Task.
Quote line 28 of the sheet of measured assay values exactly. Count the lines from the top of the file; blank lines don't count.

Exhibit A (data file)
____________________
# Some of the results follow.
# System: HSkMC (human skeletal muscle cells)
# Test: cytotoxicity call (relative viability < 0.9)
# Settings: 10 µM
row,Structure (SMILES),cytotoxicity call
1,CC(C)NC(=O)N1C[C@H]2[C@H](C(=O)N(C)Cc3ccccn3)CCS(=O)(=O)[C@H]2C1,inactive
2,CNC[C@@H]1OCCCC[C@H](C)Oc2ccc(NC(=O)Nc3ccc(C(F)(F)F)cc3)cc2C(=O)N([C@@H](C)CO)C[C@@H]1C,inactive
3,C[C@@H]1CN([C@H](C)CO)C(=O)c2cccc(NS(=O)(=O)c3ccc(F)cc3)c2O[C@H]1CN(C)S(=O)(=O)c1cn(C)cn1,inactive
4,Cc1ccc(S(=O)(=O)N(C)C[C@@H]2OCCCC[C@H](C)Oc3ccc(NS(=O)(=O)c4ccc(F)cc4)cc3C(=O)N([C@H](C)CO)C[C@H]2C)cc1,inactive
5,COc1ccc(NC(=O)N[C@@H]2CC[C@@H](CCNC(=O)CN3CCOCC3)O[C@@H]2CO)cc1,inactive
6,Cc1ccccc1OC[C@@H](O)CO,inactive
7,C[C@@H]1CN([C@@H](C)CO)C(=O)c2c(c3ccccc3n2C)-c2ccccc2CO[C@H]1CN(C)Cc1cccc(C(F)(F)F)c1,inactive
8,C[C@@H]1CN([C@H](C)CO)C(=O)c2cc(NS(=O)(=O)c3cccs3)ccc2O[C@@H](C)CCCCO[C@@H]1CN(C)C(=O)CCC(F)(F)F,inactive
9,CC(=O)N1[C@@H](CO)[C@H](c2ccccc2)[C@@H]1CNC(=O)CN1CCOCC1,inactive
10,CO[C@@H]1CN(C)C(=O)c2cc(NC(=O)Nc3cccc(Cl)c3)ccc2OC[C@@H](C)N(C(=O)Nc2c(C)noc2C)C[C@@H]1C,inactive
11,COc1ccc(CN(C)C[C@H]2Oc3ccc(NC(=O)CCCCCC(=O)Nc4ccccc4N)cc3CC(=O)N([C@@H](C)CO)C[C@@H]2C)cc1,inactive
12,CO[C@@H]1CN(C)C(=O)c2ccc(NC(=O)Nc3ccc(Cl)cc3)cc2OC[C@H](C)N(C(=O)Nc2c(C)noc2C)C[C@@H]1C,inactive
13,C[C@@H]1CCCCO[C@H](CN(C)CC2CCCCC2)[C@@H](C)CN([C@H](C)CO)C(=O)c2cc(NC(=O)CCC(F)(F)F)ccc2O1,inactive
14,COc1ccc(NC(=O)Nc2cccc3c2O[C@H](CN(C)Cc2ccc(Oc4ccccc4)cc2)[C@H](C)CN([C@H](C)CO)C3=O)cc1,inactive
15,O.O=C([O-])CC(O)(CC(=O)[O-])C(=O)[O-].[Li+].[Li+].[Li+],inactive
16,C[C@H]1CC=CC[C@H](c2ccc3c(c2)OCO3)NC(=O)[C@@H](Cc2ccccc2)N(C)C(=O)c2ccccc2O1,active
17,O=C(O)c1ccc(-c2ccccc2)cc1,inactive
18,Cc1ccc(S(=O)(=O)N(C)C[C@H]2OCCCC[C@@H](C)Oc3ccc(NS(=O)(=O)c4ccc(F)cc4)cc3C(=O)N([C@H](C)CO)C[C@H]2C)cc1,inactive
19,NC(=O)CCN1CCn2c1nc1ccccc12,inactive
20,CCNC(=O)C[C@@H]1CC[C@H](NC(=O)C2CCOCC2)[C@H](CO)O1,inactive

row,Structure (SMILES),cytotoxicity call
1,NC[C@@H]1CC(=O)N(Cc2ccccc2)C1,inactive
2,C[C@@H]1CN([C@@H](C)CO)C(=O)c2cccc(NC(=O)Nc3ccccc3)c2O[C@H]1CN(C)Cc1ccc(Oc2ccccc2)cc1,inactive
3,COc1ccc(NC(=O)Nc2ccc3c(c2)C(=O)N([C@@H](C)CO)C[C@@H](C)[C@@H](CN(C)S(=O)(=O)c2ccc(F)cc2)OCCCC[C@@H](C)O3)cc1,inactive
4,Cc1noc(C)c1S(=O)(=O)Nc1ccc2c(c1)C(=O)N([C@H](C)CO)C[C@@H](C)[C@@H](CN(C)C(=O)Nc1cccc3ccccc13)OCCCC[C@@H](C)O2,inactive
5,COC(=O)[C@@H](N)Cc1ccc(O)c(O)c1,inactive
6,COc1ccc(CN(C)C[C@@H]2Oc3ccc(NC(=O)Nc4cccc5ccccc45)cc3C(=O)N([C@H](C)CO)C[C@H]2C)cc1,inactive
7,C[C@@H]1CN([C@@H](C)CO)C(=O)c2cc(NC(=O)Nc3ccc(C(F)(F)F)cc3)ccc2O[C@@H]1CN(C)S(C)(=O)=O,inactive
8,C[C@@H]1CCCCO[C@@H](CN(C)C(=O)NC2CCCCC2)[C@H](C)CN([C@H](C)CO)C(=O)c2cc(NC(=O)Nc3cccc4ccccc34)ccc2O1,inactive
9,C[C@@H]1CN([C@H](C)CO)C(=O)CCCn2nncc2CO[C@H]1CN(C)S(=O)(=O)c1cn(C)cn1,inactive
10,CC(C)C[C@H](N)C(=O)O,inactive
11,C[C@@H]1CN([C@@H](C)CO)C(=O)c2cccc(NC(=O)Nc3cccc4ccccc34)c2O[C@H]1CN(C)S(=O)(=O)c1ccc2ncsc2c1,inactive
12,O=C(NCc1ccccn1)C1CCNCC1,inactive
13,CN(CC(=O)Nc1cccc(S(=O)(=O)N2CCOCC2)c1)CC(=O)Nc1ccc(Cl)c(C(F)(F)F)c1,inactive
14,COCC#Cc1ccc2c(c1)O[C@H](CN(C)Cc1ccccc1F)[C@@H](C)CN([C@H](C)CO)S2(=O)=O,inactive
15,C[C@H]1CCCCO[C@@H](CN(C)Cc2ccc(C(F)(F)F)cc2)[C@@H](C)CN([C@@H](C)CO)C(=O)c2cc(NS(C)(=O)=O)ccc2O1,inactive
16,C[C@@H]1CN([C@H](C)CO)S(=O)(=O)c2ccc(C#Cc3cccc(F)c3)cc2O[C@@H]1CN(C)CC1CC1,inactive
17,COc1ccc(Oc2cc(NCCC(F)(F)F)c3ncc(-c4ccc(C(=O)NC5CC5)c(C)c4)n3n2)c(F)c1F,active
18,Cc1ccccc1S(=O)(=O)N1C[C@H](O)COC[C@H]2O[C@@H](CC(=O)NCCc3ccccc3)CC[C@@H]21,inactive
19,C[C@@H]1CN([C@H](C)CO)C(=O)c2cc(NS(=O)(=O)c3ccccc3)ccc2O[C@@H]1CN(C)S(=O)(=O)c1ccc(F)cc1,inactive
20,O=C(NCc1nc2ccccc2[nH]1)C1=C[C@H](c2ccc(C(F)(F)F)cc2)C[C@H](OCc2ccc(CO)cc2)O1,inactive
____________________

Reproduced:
2,C[C@@H]1CN([C@@H](C)CO)C(=O)c2cccc(NC(=O)Nc3ccccc3)c2O[C@H]1CN(C)Cc1ccc(Oc2ccccc2)cc1,inactive